Thanks for visiting my blog. Hope you find some helpful hints for organizing your time and space. My passions are to help you make home a refuge instead of a crisis center, and to help you function in peace rather than chaos - at home or at work. I have switched my main blog to 1-2-3 ... Get Organized on WordPress, so please visit me there.

Tuesday, December 2, 2008

Insuring Peak Performance: Sleep 101

Yesterday we talked about how sleep deprivation affects us. Today we’ll talk about how to avoid sleep deprivation by making it a priority to sleep well. Why? Because how will we manage stress, organize life, and accomplish our goals if we are sleep-walking?

How much sleep do we need anyway?
The National Sleep Foundation suggests:

Newborns (1-2 months): 10.5 - 18 hours
Infants (3-11 months): 9-12 hours during night and 30-minutes to two-hour naps, 1-4 times a day
Toddlers (1-3 years): 12-14 hours
Preschoolers (3-5 years) 11-13 hours
School-aged Children (5-12 years: 10-11 hours
Teens (11-17): 8.5-9.25 hours
Adults: 7-9 hours
Older Adults: 7-9 hours

Did you know that your body keeps track of sleep it misses? A good way to tell if you’re sleep deprived is if you fall asleep when you are sitting. If you are sleep deprived, your body goes into deep sleep quickly, allowing you to make up your deprivation without going through all the stages of sleep.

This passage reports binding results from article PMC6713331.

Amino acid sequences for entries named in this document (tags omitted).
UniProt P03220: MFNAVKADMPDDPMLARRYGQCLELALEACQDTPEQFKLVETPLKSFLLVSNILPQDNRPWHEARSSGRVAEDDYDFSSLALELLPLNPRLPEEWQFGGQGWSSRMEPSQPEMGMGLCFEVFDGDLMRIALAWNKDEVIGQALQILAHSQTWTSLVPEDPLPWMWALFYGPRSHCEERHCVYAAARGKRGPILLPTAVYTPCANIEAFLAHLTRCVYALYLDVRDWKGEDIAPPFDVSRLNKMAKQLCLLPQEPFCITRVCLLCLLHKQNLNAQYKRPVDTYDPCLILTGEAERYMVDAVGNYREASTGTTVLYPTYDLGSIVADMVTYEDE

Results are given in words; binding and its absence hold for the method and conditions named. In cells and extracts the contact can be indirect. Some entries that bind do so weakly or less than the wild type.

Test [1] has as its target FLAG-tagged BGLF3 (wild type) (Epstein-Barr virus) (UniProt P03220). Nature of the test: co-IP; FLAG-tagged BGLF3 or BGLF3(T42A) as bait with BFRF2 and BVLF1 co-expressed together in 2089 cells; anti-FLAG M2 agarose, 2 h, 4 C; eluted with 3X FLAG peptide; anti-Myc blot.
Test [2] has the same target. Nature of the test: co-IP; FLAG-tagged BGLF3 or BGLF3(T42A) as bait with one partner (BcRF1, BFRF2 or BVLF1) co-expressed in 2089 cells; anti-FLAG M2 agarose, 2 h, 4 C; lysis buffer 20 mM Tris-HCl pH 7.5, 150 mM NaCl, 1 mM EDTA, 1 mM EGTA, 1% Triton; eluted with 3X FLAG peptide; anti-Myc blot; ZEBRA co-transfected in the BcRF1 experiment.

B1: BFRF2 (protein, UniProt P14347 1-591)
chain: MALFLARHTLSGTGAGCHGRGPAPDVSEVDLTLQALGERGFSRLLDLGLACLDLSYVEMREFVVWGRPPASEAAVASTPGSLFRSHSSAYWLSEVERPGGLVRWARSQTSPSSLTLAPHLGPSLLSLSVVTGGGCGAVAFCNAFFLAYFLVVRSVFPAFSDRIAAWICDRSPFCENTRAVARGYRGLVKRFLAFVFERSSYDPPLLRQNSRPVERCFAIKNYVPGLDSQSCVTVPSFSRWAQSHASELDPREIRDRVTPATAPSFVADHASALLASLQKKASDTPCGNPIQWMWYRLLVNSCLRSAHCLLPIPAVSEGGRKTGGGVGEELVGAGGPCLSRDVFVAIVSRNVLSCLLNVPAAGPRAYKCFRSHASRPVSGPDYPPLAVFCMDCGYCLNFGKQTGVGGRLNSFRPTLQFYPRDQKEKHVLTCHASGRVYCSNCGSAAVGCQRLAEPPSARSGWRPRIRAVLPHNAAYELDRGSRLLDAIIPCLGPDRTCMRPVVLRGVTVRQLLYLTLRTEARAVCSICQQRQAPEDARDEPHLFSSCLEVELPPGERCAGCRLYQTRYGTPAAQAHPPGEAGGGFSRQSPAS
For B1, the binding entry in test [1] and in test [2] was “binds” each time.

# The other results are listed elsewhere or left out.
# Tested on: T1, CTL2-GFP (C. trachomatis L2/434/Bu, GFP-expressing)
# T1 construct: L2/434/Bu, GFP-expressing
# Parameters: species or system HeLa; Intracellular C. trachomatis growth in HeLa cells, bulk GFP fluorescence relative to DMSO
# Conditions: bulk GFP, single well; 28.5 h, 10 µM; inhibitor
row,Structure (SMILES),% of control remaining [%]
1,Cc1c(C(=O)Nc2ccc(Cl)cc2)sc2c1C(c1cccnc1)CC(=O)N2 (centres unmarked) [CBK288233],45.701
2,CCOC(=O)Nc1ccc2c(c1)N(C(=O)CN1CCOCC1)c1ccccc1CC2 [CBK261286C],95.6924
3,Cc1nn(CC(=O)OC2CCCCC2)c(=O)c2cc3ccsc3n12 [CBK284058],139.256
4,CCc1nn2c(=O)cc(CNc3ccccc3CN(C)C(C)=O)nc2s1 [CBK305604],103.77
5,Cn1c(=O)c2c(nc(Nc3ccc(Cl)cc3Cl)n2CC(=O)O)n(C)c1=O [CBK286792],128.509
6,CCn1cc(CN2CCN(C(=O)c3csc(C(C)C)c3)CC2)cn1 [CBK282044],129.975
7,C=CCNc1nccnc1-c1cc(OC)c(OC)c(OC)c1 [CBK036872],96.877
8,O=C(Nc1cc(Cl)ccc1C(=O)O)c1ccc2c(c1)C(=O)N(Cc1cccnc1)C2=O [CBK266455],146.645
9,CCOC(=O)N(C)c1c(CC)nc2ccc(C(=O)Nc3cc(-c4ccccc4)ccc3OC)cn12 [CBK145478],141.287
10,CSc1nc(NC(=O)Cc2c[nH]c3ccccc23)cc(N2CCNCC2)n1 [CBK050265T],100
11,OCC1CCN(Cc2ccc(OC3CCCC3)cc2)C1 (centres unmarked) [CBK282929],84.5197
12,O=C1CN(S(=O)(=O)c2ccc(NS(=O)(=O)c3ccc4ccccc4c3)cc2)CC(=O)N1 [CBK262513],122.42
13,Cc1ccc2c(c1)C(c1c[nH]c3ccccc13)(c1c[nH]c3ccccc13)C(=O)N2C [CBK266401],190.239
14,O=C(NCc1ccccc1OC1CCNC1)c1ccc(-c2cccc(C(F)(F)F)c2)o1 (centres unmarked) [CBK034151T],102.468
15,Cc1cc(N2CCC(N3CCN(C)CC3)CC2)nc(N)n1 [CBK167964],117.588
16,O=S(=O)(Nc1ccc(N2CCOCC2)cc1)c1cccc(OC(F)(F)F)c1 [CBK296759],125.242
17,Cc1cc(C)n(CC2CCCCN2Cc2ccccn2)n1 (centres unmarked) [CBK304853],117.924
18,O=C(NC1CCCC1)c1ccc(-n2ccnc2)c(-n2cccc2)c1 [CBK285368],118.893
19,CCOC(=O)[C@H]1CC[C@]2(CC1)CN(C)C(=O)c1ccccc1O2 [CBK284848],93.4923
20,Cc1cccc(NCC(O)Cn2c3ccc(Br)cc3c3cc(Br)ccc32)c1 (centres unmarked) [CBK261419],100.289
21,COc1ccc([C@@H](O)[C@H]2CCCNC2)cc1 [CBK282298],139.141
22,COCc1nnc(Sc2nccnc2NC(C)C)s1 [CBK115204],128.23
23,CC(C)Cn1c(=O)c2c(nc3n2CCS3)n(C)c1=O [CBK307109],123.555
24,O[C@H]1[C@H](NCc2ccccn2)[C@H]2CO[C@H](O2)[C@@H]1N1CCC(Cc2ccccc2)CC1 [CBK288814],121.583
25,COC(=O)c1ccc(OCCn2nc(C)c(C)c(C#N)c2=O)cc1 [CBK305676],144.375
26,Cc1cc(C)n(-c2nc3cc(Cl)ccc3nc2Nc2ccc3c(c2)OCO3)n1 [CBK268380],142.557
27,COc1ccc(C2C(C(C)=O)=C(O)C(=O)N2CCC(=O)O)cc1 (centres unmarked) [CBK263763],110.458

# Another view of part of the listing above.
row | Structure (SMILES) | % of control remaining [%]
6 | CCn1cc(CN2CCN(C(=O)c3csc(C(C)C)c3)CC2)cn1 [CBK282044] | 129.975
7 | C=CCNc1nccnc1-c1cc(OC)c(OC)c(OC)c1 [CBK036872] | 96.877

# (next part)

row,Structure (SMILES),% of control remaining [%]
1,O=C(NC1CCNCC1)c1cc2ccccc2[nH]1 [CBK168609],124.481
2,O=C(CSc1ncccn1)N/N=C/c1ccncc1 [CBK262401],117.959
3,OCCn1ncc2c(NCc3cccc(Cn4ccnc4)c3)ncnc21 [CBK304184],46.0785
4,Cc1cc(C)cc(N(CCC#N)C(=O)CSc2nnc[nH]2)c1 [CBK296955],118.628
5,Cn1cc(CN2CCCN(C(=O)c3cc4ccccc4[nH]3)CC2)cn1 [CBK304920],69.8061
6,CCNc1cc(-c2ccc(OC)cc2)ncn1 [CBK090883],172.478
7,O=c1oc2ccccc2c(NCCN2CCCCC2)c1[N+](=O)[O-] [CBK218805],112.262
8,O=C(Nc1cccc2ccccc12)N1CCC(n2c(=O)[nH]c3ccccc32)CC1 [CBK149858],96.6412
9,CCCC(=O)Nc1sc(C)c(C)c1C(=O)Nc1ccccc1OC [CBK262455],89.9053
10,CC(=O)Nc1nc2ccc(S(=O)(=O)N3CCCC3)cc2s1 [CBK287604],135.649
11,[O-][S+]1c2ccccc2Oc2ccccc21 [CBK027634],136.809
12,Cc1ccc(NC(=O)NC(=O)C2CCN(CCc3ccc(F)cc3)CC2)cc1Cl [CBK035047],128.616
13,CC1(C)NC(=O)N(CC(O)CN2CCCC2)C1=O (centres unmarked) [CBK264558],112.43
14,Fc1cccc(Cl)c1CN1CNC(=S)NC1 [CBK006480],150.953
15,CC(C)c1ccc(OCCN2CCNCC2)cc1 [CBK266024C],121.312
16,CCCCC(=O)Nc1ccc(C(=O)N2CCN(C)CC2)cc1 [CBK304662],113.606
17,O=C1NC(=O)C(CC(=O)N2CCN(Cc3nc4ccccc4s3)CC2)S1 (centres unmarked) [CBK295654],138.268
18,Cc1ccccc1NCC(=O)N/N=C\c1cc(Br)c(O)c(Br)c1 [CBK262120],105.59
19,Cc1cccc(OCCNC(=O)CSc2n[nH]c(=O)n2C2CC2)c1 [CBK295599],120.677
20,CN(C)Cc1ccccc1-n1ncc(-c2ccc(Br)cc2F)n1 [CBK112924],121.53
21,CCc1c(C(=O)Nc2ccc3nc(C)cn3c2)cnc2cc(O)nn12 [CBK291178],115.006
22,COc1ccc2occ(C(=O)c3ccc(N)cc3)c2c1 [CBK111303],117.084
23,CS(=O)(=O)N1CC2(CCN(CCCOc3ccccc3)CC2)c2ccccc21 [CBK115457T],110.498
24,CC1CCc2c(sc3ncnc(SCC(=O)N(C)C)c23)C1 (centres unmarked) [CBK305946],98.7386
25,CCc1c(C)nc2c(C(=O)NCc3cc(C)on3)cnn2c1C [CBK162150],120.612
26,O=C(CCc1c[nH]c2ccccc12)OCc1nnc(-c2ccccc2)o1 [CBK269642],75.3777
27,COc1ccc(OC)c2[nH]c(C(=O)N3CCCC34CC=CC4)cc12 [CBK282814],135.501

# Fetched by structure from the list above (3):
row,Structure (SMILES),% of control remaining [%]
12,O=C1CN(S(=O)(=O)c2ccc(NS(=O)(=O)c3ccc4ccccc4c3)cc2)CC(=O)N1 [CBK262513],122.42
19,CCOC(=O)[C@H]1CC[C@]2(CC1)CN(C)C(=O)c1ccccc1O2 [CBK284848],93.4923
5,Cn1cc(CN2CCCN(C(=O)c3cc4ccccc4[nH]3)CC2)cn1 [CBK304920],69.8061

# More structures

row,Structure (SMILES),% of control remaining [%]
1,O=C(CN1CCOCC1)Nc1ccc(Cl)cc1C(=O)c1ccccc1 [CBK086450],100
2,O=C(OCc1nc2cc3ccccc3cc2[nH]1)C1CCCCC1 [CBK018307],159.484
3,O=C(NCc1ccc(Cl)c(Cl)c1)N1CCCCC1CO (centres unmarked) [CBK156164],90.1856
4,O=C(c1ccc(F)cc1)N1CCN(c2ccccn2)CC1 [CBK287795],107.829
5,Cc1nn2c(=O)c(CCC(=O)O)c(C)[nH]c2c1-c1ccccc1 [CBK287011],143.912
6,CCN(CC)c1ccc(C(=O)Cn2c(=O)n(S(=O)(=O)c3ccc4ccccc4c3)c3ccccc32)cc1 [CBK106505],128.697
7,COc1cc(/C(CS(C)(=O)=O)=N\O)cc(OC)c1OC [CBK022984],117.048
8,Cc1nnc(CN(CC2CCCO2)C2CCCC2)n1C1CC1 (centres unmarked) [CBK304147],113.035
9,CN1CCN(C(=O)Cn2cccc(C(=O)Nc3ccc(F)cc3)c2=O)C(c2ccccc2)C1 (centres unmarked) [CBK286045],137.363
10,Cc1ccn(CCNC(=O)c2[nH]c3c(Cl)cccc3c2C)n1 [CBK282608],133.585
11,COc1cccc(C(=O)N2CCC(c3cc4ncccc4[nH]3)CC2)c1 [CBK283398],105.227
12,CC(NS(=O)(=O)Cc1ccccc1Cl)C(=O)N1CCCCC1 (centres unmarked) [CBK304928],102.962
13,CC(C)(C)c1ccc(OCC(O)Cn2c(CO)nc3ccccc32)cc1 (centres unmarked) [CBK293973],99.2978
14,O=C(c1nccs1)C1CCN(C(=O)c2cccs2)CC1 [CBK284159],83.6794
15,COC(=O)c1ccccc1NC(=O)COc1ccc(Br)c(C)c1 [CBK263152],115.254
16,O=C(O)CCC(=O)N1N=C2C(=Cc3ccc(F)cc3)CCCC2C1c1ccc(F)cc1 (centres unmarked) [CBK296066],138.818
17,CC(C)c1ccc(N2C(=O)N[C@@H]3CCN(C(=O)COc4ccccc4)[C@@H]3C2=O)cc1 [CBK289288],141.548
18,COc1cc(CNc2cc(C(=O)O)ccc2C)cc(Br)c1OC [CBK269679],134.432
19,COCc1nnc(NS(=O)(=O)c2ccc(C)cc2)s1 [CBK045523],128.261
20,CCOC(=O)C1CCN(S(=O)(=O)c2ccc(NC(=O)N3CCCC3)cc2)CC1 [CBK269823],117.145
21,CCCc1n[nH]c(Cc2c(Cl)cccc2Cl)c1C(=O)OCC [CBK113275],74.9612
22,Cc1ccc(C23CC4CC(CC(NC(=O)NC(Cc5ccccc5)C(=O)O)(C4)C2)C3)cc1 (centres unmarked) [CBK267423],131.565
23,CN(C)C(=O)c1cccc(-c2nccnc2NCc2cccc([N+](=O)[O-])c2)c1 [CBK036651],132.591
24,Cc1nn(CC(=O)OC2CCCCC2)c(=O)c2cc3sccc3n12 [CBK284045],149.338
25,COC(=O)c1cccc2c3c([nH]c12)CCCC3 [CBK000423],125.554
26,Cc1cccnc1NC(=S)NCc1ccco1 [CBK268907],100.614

So how do we get a good night’s sleep?

- Exercise. The National Sleep Foundation states, “Exercise improves sleep because it is a physical stressor to the body. The brain compensates for physical stress by increasing deep sleep. Therefore, we sleep more deeply and soundly after exercise.”

The exercise should include vigorous use of the legs and should be done at least three hours before bedtime, to allow your body to calm down before sleeping.

- Maintain a regular bedtime and a regular waking time, even on the weekends. A regular wake-up time gets your body into a rhythm, including a natural sleep schedule.

- Create a calming bedtime routine to prepare for sleep – reading, relaxing music, deep breathing. If you take a warm bath or shower, leave enough time for your body to cool down before bedtime. Higher temperatures stimulate your body and cool temps promote sleep.

- Turn off the lights! Our body produces melatonin, a hormone that helps stabilize our body rhythms. Help your melatonin, which is induced by darkness, by dimming the lights, turning off the computer and the TV half an hour before sleep so your body will naturally become sleepy.

If you have trouble getting to sleep, you might want to try taking some melatonin to get you over that hump. It’s available in most drugstores for just a few dollars. My husband, who has chronic sleep problems, can attest to its benefits!

Wear an eye mask or get light-blocking shades or curtains to block out light. Use ear plugs or use a fan or other noise to block out noise, if necessary.

- Keep your bedroom cool, which promotes sleep.

Sleep is too important to miss, yet most people cut out sleep when they are pressed for time. That should be the last thing we do, so we can function optimally.

What do you include in your or your child's bedtime routine?

Related post: Sleep is Non-negotiable!, Getting Organized for School - A Successful Day Starts the Night Before, Getting Organized for School (and life!) - Getting Enough Sleep